Dear Community Partners,
Our neighborhood has seen both the negative effects of fragmentation and the great success of consensus building. We have learned the only way to fight the uphill battle of rebuilding a broken residential community and commercial district is to leverage the ideas, connections and momentum of many people and groups.
Our best example of this collaboration began 10 years ago and is currently being updated with the East Liberty Community Plan. These documents serve the purpose of capturing the neighborhood’s collective vision and instilling confidence throughout the community, stakeholders, investors and developers by encouraging everyone to take ownership in our community’s future. The process of organizing and coordinating over 60 community meetings, facilitating sensitive community discussions, and taking hundreds of pages of notes was a challenging, but completely necessary undertaking. The first community plan set the course for a decade of positive developments, and planning for its update has engaged new stakeholders and invigorated longtime residents and business owners. Without the momentum created by community planning, East Liberty would never have begun its return to a thriving business and residential destination.
The exciting buzz around East Liberty and within our organization has not happened in isolation. In partnership with our neighboring Community Development Corporations, we have worked diligently together to highlight the entire East End as a strong market. We hope to make people within the City of Pittsburgh and beyond understand that the East End is a place to live, work, shop and play. People can enjoy a night on the town with a cultural dinner in East Liberty, boutique shopping in Lawrenceville and an art opening in the Penn Avenue Arts District.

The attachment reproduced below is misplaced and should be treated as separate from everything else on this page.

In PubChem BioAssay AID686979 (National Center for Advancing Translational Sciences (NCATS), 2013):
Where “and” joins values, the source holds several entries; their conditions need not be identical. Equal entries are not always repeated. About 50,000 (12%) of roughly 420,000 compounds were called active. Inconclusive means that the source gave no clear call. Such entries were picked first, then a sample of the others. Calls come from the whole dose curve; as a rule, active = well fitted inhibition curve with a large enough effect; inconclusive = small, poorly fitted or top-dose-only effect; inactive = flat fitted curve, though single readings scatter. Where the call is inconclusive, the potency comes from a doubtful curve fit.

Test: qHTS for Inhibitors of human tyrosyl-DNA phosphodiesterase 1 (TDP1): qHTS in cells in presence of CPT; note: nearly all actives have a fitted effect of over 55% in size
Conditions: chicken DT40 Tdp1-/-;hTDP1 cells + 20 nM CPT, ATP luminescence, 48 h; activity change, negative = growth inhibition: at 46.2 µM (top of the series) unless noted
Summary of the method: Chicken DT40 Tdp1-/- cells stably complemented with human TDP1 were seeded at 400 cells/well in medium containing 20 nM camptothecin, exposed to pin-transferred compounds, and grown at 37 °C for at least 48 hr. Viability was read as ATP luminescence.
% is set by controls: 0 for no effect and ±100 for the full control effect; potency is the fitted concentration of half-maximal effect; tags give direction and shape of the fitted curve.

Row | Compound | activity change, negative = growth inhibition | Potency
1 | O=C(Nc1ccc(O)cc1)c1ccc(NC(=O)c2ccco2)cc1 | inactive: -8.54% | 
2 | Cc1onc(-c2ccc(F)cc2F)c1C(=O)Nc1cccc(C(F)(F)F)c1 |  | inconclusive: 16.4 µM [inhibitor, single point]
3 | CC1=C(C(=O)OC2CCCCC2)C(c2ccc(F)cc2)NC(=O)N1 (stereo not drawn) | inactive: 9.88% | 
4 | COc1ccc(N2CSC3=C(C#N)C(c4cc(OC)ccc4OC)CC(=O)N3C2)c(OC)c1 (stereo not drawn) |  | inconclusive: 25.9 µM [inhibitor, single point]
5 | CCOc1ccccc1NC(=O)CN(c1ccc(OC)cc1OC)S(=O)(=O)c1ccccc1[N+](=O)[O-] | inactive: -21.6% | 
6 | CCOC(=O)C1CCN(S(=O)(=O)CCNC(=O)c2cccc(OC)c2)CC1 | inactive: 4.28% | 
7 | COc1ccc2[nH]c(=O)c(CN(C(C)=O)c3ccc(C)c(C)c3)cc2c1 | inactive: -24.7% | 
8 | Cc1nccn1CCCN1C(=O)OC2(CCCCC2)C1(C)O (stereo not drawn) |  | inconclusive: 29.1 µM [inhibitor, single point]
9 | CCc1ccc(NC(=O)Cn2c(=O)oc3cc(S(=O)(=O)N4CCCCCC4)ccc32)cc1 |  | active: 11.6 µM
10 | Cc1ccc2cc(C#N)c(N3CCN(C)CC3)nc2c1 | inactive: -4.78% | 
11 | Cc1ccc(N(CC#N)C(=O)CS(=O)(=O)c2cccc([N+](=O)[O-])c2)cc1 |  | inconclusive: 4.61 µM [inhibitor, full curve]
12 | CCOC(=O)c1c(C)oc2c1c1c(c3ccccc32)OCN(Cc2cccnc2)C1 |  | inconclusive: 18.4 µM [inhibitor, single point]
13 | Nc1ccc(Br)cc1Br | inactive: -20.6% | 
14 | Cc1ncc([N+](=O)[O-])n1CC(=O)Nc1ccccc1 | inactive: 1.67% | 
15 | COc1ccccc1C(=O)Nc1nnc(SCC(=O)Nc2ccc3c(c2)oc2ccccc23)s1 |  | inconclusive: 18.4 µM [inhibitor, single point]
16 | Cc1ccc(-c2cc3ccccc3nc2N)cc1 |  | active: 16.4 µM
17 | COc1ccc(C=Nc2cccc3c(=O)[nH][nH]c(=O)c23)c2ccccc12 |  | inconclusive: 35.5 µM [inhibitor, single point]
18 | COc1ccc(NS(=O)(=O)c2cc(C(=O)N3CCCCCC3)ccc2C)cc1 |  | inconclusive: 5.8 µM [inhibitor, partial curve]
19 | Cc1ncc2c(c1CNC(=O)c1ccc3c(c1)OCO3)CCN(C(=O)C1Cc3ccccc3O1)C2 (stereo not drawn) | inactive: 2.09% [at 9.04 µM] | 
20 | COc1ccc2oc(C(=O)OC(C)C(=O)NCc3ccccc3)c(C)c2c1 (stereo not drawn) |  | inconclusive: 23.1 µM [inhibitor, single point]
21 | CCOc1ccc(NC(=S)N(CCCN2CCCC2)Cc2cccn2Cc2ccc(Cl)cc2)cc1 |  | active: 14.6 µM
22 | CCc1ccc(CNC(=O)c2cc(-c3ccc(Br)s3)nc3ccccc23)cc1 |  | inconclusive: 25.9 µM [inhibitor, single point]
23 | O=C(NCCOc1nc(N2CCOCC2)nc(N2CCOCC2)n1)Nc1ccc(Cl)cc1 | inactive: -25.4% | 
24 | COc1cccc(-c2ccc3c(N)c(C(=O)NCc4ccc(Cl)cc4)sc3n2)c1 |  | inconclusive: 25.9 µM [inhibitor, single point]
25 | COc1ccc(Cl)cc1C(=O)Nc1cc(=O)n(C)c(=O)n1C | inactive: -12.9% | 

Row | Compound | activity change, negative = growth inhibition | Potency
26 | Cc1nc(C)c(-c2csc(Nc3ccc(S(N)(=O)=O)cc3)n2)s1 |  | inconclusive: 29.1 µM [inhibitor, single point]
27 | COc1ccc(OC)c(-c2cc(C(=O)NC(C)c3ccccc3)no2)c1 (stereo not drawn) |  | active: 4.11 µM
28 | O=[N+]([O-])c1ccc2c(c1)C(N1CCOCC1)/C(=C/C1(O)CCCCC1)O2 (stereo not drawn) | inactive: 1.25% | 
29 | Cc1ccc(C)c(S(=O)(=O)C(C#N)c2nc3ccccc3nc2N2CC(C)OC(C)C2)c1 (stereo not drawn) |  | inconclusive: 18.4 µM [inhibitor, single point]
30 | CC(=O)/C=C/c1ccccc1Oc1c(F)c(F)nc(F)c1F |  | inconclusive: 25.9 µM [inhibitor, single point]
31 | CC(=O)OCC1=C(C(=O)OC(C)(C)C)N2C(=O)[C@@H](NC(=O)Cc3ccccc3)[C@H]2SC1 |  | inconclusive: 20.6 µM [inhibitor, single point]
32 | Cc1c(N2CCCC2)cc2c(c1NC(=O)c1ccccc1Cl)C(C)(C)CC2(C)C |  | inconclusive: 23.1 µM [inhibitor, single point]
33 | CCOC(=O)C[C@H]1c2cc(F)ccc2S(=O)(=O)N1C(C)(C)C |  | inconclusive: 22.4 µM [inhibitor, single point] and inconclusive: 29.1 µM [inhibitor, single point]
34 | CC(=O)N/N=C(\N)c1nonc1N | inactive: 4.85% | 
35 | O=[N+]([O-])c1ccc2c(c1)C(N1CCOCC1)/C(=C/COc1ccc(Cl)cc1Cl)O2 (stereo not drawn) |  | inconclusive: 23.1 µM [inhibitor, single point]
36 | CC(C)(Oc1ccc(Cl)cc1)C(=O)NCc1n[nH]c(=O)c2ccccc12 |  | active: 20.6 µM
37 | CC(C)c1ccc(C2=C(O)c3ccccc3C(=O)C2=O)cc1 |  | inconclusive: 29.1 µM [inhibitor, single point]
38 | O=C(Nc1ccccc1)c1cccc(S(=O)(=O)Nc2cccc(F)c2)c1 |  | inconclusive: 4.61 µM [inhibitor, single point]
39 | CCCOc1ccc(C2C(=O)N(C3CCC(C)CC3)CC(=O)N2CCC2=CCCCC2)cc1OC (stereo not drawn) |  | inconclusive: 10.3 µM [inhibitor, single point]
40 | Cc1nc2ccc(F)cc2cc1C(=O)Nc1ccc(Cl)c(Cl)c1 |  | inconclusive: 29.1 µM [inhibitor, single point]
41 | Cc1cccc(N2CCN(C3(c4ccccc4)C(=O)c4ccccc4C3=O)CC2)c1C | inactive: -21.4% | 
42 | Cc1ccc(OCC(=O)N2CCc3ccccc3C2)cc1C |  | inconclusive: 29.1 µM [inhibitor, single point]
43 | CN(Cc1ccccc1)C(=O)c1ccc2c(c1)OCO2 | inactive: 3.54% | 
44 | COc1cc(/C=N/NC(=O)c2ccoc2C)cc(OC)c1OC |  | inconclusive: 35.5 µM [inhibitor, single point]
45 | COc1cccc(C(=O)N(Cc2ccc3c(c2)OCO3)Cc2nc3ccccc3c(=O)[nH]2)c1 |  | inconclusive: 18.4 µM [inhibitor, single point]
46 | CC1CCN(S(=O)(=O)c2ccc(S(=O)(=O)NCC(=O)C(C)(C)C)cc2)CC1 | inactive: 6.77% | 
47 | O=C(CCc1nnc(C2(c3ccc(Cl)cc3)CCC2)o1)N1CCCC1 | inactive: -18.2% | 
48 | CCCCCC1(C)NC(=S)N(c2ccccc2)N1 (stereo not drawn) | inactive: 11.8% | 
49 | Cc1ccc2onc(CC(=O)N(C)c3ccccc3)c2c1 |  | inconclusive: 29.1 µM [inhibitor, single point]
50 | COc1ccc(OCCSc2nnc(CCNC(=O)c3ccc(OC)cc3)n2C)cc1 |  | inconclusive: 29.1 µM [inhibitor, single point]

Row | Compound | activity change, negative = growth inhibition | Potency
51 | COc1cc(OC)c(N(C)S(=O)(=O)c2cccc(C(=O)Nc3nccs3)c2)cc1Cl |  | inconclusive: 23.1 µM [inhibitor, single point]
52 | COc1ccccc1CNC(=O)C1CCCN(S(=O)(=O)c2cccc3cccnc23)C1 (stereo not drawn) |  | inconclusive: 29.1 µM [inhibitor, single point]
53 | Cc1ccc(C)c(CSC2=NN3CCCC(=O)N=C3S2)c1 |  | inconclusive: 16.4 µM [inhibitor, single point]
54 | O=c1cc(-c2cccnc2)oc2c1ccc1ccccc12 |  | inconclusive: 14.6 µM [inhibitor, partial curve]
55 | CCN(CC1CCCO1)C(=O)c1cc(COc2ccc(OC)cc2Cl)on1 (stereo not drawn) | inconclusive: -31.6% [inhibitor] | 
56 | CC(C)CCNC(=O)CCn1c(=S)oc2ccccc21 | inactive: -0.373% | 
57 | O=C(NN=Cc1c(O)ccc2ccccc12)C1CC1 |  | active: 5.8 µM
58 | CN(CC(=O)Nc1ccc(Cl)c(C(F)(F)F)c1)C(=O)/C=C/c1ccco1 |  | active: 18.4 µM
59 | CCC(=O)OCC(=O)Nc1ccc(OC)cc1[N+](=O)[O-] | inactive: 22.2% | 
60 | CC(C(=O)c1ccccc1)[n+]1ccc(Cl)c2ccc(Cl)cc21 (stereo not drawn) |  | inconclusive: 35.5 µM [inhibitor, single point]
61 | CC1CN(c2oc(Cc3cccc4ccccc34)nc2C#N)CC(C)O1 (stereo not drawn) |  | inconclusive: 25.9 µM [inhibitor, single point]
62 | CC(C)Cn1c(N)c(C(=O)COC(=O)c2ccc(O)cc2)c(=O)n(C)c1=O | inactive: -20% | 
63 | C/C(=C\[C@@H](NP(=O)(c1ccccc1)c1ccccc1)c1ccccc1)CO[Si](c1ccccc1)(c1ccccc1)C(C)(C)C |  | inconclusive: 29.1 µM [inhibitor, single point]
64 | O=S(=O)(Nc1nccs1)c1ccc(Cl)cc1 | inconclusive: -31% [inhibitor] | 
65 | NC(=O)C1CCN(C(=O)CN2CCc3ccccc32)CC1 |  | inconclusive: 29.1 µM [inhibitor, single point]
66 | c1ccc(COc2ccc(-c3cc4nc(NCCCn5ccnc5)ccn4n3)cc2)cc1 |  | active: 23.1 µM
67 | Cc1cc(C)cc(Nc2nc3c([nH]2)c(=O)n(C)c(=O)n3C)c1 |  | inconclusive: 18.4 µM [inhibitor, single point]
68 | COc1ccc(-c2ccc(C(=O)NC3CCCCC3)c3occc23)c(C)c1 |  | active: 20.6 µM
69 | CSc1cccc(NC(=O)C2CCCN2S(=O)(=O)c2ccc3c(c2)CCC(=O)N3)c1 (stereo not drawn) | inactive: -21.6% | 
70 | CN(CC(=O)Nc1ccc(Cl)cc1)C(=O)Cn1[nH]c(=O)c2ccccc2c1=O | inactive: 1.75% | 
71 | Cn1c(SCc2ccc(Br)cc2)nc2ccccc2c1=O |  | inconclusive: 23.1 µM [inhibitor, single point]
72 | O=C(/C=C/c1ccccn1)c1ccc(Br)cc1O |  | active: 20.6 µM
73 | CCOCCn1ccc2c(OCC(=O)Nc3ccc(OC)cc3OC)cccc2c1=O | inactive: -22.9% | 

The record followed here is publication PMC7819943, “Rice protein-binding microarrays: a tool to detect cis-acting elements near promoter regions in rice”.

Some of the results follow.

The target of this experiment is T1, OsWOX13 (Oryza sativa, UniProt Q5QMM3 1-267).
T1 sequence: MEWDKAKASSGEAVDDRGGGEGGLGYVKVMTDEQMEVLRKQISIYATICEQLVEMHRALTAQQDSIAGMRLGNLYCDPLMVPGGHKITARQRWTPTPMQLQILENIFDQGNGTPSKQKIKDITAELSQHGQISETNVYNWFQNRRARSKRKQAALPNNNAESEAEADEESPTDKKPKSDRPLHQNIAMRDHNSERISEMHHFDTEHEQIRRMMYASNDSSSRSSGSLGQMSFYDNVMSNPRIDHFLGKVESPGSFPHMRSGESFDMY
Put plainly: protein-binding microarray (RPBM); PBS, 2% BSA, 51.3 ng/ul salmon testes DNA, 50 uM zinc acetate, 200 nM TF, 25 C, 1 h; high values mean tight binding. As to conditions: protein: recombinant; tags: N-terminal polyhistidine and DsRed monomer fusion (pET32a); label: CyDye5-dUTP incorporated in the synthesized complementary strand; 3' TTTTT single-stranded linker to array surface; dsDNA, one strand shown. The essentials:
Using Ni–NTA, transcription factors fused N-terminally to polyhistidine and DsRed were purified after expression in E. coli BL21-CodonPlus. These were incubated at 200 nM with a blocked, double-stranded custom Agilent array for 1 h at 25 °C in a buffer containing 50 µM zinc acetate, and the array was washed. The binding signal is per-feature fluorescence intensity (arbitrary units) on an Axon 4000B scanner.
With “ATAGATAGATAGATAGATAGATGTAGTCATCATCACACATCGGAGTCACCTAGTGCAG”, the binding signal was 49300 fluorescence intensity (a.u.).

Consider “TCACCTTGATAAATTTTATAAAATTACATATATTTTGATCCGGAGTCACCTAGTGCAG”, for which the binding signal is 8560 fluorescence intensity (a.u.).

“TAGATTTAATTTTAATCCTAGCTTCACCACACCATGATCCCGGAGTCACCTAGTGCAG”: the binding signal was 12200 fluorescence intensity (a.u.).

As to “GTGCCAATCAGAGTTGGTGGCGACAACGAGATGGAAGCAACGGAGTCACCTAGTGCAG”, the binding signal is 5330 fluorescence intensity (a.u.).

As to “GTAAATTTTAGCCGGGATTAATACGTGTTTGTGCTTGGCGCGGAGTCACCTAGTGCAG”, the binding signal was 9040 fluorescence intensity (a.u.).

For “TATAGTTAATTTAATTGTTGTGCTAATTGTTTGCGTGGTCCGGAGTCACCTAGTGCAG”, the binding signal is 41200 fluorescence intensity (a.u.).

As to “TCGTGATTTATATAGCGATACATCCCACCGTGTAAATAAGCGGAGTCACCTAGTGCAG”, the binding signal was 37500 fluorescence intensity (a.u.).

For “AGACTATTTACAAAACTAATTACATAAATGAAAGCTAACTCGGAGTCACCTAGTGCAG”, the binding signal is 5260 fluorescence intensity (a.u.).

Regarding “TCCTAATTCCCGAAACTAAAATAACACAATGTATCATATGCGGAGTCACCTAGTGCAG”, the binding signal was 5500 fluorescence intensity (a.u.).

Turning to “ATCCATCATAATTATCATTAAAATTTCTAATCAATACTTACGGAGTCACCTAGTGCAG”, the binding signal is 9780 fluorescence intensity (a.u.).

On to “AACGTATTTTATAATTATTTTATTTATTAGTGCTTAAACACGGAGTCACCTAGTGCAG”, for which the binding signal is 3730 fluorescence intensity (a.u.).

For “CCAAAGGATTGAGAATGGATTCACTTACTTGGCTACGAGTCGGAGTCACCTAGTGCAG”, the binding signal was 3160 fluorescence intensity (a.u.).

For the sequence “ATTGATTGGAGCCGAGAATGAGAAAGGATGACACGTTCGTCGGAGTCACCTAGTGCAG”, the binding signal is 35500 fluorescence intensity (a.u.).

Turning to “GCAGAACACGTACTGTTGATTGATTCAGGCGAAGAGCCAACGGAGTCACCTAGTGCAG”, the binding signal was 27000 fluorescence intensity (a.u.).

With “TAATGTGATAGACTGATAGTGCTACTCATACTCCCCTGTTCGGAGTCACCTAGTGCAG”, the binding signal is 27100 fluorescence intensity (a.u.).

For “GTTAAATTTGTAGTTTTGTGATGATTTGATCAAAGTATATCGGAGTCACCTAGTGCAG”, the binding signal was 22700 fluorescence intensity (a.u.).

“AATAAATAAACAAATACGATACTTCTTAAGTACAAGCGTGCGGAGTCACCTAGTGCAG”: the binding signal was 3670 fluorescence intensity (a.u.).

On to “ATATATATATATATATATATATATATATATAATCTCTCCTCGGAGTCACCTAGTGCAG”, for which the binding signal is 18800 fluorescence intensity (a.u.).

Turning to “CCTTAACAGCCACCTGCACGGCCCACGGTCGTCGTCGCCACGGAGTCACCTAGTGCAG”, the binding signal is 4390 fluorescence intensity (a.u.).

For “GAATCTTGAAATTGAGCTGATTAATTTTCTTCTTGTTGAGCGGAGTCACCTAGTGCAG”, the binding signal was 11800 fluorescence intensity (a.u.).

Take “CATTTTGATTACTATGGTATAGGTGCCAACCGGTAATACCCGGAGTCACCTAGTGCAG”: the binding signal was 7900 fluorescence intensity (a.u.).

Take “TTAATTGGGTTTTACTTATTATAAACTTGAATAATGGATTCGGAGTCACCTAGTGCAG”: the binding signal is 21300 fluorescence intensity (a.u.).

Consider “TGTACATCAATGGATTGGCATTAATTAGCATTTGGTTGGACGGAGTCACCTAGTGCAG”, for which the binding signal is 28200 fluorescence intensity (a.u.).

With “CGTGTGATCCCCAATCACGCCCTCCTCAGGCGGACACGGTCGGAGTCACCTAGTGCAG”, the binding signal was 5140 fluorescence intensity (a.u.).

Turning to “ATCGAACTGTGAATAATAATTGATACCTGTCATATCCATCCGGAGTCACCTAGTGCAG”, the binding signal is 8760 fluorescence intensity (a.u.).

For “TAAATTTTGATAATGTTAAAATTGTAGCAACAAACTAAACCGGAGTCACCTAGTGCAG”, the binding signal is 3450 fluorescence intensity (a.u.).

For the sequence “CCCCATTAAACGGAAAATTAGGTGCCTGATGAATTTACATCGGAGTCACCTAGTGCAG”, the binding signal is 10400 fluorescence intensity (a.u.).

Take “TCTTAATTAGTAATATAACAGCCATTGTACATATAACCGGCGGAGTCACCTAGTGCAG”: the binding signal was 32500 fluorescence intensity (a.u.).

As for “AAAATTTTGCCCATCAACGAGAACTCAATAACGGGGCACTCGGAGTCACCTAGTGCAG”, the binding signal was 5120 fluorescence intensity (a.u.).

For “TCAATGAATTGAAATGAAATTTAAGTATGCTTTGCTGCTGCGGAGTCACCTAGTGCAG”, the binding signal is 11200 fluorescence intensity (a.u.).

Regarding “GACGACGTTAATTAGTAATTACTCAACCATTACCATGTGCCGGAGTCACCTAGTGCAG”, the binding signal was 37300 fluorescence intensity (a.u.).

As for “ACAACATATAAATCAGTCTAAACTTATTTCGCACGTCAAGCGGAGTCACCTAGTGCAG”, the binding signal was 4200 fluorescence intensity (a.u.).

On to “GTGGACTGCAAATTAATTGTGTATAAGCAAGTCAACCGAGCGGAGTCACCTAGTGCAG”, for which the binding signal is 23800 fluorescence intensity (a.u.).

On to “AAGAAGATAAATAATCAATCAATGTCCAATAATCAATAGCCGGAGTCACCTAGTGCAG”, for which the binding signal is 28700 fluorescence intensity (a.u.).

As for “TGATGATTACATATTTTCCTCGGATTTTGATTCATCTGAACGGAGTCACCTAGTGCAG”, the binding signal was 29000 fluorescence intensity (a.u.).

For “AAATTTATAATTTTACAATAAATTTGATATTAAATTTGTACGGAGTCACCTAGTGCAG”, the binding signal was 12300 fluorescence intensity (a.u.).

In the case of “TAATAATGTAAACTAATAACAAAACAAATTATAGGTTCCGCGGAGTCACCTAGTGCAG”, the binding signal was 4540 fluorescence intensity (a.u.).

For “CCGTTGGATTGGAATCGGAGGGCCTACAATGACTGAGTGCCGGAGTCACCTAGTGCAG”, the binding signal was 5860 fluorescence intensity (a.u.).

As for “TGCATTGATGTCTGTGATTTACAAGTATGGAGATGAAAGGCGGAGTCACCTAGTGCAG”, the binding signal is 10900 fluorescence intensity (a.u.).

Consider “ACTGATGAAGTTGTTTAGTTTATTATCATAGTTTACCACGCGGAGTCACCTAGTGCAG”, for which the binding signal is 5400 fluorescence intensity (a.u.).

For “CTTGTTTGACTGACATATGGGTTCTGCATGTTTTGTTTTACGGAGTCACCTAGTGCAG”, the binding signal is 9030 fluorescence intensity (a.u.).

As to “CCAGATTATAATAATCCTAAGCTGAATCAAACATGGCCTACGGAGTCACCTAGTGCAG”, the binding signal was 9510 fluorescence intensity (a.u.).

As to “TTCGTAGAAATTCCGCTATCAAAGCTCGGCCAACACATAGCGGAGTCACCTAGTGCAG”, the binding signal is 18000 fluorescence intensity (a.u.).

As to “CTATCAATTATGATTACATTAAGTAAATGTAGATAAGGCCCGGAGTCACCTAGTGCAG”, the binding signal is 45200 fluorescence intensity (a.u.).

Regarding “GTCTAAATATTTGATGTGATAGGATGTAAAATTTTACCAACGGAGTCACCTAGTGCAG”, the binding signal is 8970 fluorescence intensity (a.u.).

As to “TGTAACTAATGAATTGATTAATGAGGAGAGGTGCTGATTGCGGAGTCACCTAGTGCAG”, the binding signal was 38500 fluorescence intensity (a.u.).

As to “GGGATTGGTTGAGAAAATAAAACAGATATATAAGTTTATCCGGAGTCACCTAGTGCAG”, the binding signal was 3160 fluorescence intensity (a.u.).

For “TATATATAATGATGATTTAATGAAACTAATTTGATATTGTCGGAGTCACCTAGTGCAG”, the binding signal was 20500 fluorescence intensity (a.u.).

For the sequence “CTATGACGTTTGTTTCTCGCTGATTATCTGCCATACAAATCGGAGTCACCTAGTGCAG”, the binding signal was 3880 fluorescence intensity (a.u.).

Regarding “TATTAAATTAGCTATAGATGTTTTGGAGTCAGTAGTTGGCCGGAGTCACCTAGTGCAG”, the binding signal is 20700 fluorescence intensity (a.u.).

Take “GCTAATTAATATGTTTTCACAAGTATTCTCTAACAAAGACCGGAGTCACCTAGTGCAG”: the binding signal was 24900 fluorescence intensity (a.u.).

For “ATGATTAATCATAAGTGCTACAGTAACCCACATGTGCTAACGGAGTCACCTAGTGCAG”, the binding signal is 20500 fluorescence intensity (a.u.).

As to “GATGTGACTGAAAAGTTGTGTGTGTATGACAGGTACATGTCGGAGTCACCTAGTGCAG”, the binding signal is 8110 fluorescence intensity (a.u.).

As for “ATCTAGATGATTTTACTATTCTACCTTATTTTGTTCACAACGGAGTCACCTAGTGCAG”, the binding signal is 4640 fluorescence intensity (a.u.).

By working with our surrounding communities of Shadyside, Highland Park, Garfield, Friendship, Lawrenceville, Larimer and their Community Development Corporations, we have collectively marketed our assets and strengthened the area as a whole. The creation of the East End Partnership through the Pittsburgh Partnership for Neighborhood Development came from an understanding that communities who are competing for local and national development dollars are stronger when they are collaborating with their neighbors and thinking in innovative ways. The East End Sustainability Project, supported by the Heinz Endowments, is funding groundbreaking ways to bring green development to our area. With plans to reduce water run-off and invest in community gardening and tree planting, we are hoping to set the pace for Pittsburgh’s shift to healthier, more environmentally-friendly living.
The best lesson we have learned as a neighborhood and organization from the past decade of development is that even the best projects or initiatives will fail if developed in a vacuum or pushed along without neighborhood input. We at ELDI learn more every day and strive to be the best community partners and neighbors to East Liberty.
We thank you for your interest in our organization.